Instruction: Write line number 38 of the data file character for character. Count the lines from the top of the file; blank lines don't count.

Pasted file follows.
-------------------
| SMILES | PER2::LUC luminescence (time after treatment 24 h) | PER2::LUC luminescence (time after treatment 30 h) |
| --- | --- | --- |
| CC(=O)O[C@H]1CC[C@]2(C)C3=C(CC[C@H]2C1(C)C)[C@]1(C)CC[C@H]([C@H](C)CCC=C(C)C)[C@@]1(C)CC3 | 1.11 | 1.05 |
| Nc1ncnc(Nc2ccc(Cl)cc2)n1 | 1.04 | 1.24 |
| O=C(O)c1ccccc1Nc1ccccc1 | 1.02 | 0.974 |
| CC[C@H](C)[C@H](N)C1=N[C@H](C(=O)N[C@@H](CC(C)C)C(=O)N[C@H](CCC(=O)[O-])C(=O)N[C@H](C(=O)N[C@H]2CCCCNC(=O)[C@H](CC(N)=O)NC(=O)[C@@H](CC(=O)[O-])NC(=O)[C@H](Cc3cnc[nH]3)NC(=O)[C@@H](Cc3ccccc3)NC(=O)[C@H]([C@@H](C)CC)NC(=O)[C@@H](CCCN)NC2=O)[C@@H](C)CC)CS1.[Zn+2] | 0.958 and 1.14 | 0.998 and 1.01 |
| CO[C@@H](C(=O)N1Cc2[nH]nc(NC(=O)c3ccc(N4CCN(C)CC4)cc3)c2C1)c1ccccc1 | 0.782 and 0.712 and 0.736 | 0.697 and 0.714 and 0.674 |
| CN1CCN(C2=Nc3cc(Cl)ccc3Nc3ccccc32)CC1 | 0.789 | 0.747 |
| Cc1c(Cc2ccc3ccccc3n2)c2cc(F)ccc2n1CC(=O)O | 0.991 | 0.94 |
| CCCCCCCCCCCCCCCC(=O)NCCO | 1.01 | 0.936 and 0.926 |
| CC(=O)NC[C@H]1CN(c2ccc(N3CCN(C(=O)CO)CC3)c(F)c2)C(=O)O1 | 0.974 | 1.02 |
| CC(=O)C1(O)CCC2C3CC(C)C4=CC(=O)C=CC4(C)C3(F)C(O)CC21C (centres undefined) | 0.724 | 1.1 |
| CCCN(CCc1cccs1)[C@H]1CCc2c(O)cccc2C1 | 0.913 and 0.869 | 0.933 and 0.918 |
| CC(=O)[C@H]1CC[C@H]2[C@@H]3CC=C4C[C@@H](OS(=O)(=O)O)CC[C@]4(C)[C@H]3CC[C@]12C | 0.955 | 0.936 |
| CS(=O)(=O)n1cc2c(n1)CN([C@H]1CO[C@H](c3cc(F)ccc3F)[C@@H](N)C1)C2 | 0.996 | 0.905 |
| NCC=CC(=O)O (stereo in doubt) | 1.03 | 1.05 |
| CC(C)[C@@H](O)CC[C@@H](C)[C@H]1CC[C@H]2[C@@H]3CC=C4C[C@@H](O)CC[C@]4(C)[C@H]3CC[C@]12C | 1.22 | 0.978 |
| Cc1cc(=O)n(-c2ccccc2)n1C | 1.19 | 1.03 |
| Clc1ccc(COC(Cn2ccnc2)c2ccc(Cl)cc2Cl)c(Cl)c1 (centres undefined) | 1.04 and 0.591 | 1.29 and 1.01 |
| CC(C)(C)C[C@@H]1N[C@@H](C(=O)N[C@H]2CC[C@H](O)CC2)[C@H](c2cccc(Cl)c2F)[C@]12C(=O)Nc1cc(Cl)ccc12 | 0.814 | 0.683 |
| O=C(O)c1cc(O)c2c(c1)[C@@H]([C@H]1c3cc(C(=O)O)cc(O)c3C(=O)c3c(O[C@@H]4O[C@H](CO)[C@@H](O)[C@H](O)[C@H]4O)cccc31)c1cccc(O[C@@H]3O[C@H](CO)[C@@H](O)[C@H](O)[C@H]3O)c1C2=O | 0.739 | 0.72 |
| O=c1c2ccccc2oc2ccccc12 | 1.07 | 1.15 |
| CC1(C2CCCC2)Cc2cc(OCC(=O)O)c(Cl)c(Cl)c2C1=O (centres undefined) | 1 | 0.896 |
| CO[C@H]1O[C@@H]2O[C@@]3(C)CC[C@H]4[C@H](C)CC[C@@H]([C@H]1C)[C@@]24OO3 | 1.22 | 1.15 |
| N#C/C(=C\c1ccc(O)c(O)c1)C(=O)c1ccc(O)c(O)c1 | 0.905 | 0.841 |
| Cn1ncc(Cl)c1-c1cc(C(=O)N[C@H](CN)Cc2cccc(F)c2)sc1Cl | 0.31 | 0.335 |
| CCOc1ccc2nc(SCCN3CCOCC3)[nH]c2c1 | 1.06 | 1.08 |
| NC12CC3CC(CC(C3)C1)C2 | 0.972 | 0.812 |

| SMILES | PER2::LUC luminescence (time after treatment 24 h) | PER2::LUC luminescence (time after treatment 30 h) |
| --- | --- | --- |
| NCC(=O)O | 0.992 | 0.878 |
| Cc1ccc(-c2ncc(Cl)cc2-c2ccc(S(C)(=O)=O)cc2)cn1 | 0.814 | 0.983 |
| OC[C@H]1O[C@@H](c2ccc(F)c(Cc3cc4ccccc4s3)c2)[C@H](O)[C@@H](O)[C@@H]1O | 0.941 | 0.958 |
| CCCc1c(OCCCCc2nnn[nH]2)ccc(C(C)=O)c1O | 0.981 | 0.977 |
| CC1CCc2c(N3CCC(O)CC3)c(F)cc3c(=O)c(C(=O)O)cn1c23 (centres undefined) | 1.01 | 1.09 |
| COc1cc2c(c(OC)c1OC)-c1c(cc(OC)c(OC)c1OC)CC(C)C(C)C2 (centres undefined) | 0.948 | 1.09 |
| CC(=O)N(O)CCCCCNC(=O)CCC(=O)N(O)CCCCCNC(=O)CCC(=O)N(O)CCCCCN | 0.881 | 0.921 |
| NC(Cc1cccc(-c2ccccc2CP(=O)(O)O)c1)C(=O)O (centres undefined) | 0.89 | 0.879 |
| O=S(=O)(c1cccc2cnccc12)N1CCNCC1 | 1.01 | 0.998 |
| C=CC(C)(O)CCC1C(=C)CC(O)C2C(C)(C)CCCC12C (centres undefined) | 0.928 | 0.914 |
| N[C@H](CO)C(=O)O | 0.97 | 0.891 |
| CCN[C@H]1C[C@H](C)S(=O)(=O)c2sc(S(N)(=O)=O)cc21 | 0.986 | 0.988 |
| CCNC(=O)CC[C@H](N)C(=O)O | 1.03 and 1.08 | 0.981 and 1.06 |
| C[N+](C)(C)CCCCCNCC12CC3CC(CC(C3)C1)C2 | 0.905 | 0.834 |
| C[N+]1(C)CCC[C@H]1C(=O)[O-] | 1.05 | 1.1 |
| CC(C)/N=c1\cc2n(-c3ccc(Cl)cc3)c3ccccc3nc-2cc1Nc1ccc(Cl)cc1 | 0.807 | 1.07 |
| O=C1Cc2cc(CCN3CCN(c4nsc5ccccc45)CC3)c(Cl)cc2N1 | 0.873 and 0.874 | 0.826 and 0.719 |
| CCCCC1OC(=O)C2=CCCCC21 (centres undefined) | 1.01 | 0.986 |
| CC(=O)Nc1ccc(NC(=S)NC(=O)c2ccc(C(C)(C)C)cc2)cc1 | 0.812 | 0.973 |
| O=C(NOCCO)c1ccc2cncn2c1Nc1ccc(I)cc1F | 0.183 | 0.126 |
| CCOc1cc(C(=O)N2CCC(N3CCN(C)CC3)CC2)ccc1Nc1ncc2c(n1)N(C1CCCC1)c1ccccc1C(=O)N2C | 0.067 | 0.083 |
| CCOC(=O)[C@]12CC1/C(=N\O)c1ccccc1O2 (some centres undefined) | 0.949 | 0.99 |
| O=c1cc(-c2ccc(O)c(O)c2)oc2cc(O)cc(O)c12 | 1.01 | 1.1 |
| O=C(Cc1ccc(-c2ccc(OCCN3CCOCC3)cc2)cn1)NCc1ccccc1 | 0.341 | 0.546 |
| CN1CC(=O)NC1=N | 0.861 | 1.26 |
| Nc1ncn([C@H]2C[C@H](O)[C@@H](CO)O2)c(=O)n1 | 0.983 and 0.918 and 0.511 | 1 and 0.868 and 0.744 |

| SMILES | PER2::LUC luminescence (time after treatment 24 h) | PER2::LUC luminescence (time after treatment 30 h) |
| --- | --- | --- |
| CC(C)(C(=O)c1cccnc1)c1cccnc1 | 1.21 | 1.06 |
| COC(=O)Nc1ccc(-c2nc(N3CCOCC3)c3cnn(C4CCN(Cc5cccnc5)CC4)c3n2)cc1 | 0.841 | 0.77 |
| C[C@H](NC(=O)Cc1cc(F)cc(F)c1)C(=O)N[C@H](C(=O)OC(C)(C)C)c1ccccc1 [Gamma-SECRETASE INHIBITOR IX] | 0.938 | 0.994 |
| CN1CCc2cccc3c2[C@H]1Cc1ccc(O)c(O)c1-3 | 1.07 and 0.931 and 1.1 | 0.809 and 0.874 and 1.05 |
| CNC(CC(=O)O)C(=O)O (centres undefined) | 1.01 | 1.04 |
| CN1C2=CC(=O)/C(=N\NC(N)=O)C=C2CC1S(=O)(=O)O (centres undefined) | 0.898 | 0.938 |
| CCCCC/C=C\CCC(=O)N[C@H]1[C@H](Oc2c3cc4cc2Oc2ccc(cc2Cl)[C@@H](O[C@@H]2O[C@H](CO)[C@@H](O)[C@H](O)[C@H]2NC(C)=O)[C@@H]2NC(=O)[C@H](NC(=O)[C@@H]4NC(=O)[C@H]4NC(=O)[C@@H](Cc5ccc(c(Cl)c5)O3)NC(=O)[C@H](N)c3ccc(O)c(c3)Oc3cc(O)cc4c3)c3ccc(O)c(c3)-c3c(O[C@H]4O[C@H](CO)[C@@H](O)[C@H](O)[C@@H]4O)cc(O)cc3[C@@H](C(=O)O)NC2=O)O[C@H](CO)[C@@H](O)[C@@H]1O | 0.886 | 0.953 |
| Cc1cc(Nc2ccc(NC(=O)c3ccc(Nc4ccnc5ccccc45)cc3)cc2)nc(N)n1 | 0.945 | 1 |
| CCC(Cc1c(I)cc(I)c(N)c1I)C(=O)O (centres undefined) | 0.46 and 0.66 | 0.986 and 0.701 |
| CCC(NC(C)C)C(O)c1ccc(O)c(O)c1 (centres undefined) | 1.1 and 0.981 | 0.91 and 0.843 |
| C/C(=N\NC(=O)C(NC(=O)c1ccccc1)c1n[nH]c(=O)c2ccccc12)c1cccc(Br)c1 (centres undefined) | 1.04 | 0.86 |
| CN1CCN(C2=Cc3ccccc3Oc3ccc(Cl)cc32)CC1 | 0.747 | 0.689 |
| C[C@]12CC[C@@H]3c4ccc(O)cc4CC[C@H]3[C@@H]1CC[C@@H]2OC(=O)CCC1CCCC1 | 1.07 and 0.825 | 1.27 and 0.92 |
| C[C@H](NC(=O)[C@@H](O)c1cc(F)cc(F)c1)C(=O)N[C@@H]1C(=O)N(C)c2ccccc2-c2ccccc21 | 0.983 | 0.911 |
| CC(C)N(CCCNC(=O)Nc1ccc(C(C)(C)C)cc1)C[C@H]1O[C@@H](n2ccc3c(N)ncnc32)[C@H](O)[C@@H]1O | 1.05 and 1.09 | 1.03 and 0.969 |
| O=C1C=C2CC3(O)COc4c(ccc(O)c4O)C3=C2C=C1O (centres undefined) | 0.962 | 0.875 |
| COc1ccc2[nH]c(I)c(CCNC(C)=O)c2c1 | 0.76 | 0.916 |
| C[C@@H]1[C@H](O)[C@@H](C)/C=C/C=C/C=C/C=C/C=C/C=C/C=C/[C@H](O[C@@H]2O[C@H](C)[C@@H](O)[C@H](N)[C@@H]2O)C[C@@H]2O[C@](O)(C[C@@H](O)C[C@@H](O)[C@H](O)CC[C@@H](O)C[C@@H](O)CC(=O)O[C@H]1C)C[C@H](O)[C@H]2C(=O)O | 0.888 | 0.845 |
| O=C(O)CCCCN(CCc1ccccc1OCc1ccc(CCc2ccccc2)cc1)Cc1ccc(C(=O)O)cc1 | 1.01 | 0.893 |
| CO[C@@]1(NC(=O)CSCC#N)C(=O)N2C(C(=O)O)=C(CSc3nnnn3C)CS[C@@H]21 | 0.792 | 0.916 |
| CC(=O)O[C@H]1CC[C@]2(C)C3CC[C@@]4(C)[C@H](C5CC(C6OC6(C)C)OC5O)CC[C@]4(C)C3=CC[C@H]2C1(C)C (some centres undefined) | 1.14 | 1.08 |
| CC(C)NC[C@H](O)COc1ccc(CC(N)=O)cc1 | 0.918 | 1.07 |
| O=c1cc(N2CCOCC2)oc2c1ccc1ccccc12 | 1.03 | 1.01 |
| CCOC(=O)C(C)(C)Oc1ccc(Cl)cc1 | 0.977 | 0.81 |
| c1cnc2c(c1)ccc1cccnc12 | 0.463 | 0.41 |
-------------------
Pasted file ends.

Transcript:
| NC(Cc1cccc(-c2ccccc2CP(=O)(O)O)c1)C(=O)O (centres undefined) | 0.89 | 0.879 |